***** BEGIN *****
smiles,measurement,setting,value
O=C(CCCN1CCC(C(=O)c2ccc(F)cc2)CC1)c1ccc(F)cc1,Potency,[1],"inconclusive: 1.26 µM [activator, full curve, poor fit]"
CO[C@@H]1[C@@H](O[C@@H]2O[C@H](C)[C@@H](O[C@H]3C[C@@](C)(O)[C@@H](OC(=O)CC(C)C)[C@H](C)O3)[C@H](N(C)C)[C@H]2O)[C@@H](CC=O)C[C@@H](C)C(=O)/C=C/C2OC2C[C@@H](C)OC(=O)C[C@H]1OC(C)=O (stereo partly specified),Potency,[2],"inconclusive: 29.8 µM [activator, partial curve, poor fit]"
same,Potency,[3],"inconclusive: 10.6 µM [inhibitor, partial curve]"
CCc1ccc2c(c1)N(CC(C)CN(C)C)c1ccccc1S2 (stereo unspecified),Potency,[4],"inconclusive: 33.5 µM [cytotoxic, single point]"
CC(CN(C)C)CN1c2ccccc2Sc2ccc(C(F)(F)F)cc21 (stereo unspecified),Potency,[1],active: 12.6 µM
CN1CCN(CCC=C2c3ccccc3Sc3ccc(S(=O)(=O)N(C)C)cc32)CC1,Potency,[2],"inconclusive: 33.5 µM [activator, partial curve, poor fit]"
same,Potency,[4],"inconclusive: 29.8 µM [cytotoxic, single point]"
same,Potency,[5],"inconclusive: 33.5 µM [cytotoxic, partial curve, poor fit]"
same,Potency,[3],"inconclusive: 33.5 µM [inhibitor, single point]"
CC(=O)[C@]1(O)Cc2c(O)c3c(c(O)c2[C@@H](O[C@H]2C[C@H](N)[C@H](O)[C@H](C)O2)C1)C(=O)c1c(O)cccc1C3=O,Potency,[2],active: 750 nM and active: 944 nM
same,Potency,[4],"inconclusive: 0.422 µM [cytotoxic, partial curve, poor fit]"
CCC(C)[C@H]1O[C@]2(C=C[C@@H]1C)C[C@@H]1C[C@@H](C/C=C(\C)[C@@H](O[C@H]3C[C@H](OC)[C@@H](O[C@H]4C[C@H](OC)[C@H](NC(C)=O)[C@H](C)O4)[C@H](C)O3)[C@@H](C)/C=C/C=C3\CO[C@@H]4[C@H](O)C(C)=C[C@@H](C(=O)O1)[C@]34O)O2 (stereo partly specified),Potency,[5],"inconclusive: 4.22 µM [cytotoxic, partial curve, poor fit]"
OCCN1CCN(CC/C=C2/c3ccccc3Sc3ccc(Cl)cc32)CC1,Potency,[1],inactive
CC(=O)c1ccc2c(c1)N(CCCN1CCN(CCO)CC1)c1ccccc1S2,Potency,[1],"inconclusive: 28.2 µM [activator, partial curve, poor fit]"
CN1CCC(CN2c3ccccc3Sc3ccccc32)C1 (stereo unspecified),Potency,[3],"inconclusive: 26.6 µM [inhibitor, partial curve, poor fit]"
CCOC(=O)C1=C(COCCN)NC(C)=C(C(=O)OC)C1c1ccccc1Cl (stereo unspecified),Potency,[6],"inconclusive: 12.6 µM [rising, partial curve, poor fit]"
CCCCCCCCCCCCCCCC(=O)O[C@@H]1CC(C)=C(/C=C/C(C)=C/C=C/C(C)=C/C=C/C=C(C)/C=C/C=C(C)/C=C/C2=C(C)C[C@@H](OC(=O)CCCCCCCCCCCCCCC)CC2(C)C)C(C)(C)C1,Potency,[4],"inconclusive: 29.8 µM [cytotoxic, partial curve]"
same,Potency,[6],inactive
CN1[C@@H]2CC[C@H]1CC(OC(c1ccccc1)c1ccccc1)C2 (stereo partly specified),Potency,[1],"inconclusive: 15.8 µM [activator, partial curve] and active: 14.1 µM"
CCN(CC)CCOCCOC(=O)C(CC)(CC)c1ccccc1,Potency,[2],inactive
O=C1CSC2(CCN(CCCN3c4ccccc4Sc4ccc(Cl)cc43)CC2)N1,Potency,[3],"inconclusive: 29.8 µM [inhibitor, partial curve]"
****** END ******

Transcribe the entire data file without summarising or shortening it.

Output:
smiles,measurement,setting,value
O=C(CCCN1CCC(C(=O)c2ccc(F)cc2)CC1)c1ccc(F)cc1,Potency,[1],"inconclusive: 1.26 µM [activator, full curve, poor fit]"
CO[C@@H]1[C@@H](O[C@@H]2O[C@H](C)[C@@H](O[C@H]3C[C@@](C)(O)[C@@H](OC(=O)CC(C)C)[C@H](C)O3)[C@H](N(C)C)[C@H]2O)[C@@H](CC=O)C[C@@H](C)C(=O)/C=C/C2OC2C[C@@H](C)OC(=O)C[C@H]1OC(C)=O (stereo partly specified),Potency,[2],"inconclusive: 29.8 µM [activator, partial curve, poor fit]"
same,Potency,[3],"inconclusive: 10.6 µM [inhibitor, partial curve]"
CCc1ccc2c(c1)N(CC(C)CN(C)C)c1ccccc1S2 (stereo unspecified),Potency,[4],"inconclusive: 33.5 µM [cytotoxic, single point]"
CC(CN(C)C)CN1c2ccccc2Sc2ccc(C(F)(F)F)cc21 (stereo unspecified),Potency,[1],active: 12.6 µM
CN1CCN(CCC=C2c3ccccc3Sc3ccc(S(=O)(=O)N(C)C)cc32)CC1,Potency,[2],"inconclusive: 33.5 µM [activator, partial curve, poor fit]"
same,Potency,[4],"inconclusive: 29.8 µM [cytotoxic, single point]"
same,Potency,[5],"inconclusive: 33.5 µM [cytotoxic, partial curve, poor fit]"
same,Potency,[3],"inconclusive: 33.5 µM [inhibitor, single point]"
CC(=O)[C@]1(O)Cc2c(O)c3c(c(O)c2[C@@H](O[C@H]2C[C@H](N)[C@H](O)[C@H](C)O2)C1)C(=O)c1c(O)cccc1C3=O,Potency,[2],active: 750 nM and active: 944 nM
same,Potency,[4],"inconclusive: 0.422 µM [cytotoxic, partial curve, poor fit]"
CCC(C)[C@H]1O[C@]2(C=C[C@@H]1C)C[C@@H]1C[C@@H](C/C=C(\C)[C@@H](O[C@H]3C[C@H](OC)[C@@H](O[C@H]4C[C@H](OC)[C@H](NC(C)=O)[C@H](C)O4)[C@H](C)O3)[C@@H](C)/C=C/C=C3\CO[C@@H]4[C@H](O)C(C)=C[C@@H](C(=O)O1)[C@]34O)O2 (stereo partly specified),Potency,[5],"inconclusive: 4.22 µM [cytotoxic, partial curve, poor fit]"
OCCN1CCN(CC/C=C2/c3ccccc3Sc3ccc(Cl)cc32)CC1,Potency,[1],inactive
CC(=O)c1ccc2c(c1)N(CCCN1CCN(CCO)CC1)c1ccccc1S2,Potency,[1],"inconclusive: 28.2 µM [activator, partial curve, poor fit]"
CN1CCC(CN2c3ccccc3Sc3ccccc32)C1 (stereo unspecified),Potency,[3],"inconclusive: 26.6 µM [inhibitor, partial curve, poor fit]"
CCOC(=O)C1=C(COCCN)NC(C)=C(C(=O)OC)C1c1ccccc1Cl (stereo unspecified),Potency,[6],"inconclusive: 12.6 µM [rising, partial curve, poor fit]"
CCCCCCCCCCCCCCCC(=O)O[C@@H]1CC(C)=C(/C=C/C(C)=C/C=C/C(C)=C/C=C/C=C(C)/C=C/C=C(C)/C=C/C2=C(C)C[C@@H](OC(=O)CCCCCCCCCCCCCCC)CC2(C)C)C(C)(C)C1,Potency,[4],"inconclusive: 29.8 µM [cytotoxic, partial curve]"
same,Potency,[6],inactive
CN1[C@@H]2CC[C@H]1CC(OC(c1ccccc1)c1ccccc1)C2 (stereo partly specified),Potency,[1],"inconclusive: 15.8 µM [activator, partial curve] and active: 14.1 µM"
CCN(CC)CCOCCOC(=O)C(CC)(CC)c1ccccc1,Potency,[2],inactive
O=C1CSC2(CCN(CCCN3c4ccccc4Sc4ccc(Cl)cc43)CC2)N1,Potency,[3],"inconclusive: 29.8 µM [inhibitor, partial curve]"